Check Out the Guide for Livestream Events

Encompassing the vast, rapidly changing expanse of livestreamed media, draws on dozens of platforms and thousands of individual creators to build an organized way to find, follow, and get timely notifications for upcoming livestreams. is platform agnostic, working with everyone involved to make livestream discovery centralized and simple. The guide is just coming out of beta and includes cooking, fitness/wellness, comedy, music, and other fun livestreams (like the myriad zoos and aquariums going live online). Registered users can get reminders for livestreams they want to see by adding them to their Watch List, to help them keep tabs on their favorite creators.

“Livestreaming platforms and services haven’t intentionally made discovery hard, but they have so many livestreams, so many creators,” notes Matthew Adell, co-founder and CEO of “There’s not a programming schedule for many of the events. The platforms all work differently, running from Twitch, where it’s easy to find, say, a gamer playing a game you like, to Zoom, where a lot of comedians have turned because they can hear the audience’s laughter. Zoom is private; there’s no recommendation page or search function.” mashes up the best features of event services like Eventbrite with the evergreen utility of TV Guide, where you can see varied channels in one handy place. As a digital overview, however, can also surface where favorite figures may be streaming next, beyond their own dedicated channels. “A digital guide can provide insight into what’s inside the livestream,” explains Adell. “For example, you may love DJ D-Nice, and you may want to find out when he is appearing on Insomniac’s Twitch channel. A holistic guide can help you find D-Nice all the places he’s performing. We believe this high-level defragmentation of the market will make it easy to add livestreaming to your media diet.”

Livestreams are a new addition to many fans’ daily entertainment and learning diets. Though many savvy artists, influencers, performers, and educators have been livestreaming for years, the medium exploded as the pandemic struck. The proliferation of options, approaches, platforms, and time zones made figuring out what was on when a huge mess.

Adell noticed the challenge after regularly missing a much-anticipated livestream in the first weeks of lockdown. He teamed up with some like-minded creators, neighbors, and friends, Stephan Jacobs, Henry Strange and Terrence Scoville, as they all dreamed of a way to make livestreams easier to find and catch. Adell’s background is in music tech: He helped lead turnarounds at legal-phase Napster and Beatport; founded and sold MetaPop, a social and collaboration platform for remixers; and as an executive, oversaw several successful exits at major music companies. Jacobs and Strange both had careers in live music; Strange, for example, worked huge tours for artists like Kanye West and Drake and is a professional DJ.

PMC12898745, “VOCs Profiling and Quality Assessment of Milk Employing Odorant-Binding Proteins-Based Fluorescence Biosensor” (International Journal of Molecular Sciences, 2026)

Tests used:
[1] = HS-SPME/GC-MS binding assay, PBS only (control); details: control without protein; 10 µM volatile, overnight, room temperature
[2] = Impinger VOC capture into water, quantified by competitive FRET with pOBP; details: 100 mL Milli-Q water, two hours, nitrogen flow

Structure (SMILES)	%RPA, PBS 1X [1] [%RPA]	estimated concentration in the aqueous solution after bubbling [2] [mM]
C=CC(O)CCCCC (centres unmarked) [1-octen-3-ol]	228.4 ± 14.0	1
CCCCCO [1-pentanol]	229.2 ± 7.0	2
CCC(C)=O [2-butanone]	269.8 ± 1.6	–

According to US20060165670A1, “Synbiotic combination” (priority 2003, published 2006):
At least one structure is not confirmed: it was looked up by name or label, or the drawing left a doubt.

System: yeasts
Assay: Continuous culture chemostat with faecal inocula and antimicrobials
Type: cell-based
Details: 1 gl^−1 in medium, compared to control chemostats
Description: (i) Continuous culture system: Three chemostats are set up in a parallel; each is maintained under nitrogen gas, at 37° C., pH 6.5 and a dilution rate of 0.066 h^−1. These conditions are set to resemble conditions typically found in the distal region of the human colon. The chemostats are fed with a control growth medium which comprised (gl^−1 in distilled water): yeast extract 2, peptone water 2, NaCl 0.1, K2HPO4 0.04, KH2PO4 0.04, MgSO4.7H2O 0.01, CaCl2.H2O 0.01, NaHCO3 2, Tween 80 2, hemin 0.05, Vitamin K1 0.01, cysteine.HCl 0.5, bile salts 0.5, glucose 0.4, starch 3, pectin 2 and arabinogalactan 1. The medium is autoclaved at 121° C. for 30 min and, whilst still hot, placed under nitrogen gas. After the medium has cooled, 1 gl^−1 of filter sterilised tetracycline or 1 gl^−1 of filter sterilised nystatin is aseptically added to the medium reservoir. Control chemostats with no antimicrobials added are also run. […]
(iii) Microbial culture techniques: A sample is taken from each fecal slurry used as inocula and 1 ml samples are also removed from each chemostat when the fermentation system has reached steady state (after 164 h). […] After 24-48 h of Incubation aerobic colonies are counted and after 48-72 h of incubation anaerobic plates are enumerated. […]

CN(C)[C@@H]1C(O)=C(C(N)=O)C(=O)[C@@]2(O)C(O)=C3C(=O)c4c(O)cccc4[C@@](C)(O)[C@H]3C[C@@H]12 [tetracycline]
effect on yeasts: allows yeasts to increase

Strange felt the need for a service like acutely: “As a touring musician and artist, I watched as many creative people and entertainment professionals saw an immediate, dramatic loss of connection with their audience. Everyone turned to livestreaming; the need to reach our fans and community was intense. The internet went crazy during lockdown,” he says. “However, figuring out how to successfully promote a livestream is really complicated. You may have a huge fanbase but just get fifteen people watching your stream. We wanted to solve this problem.”

One central challenge was merely alerting potential fans and followers to the livestreams about to start in some systematic way. To solve this problem, their diverse perspectives led to an ingenious approach. They decided to combine weaving together livestream platform APIs with individual entries by creators. The mix of automated and manually entered data allows to be truly comprehensive, embracing the small-town yoga teacher or emerging artist with smaller followings and big-name, flashy livestream productions. On, every stream has its own dedicated landing page, making it one click to add the event to your calendar and one more to share via your favorite social network or email.

Livestreaming at the moment is a virtual stand-in for real-life contexts and performances, but Adell and Strange are eagerly watching it evolve as its own expressive and entertaining medium. Strange notes that many artists and performers are establishing a weekly cadence for going live, or going all in on creating a de-facto broadcast channel. He imagines a future post-pandemic when livestreams work a bit like sports broadcasts have for decades: A few dedicated fans will choose to attend a high-profile artist’s live performance, while millions more can watch live from home.

The format and criteria of what makes a good livestream are emerging, as well. “If you think of film, for example, it began as a recorded version of a stage play until filmmakers discovered the medium’s full potential. Early television was simply a broadcast of a radio program,” Adell reflects. “Similarly, livestreaming is a nascent medium now. We’re at the very beginning of exploring what it can do,” exploration that promises to continue after live performances, events, and classes return.

Unlike other media, livestreaming directly fosters togetherness, an inspiring facet for the team at “A livestream doesn’t have to be live content, but it has to be broadcast all at once to everyone. Experiencing the same music, yoga class, or comedy set together in real time can make people feel connected and can really enhance our enjoyment of what we’re participating in,” muses Adell. “These months have shown us the incredible importance of doing things together with your friends, family, or even strangers who are kindred spirits. Livestreams give us that."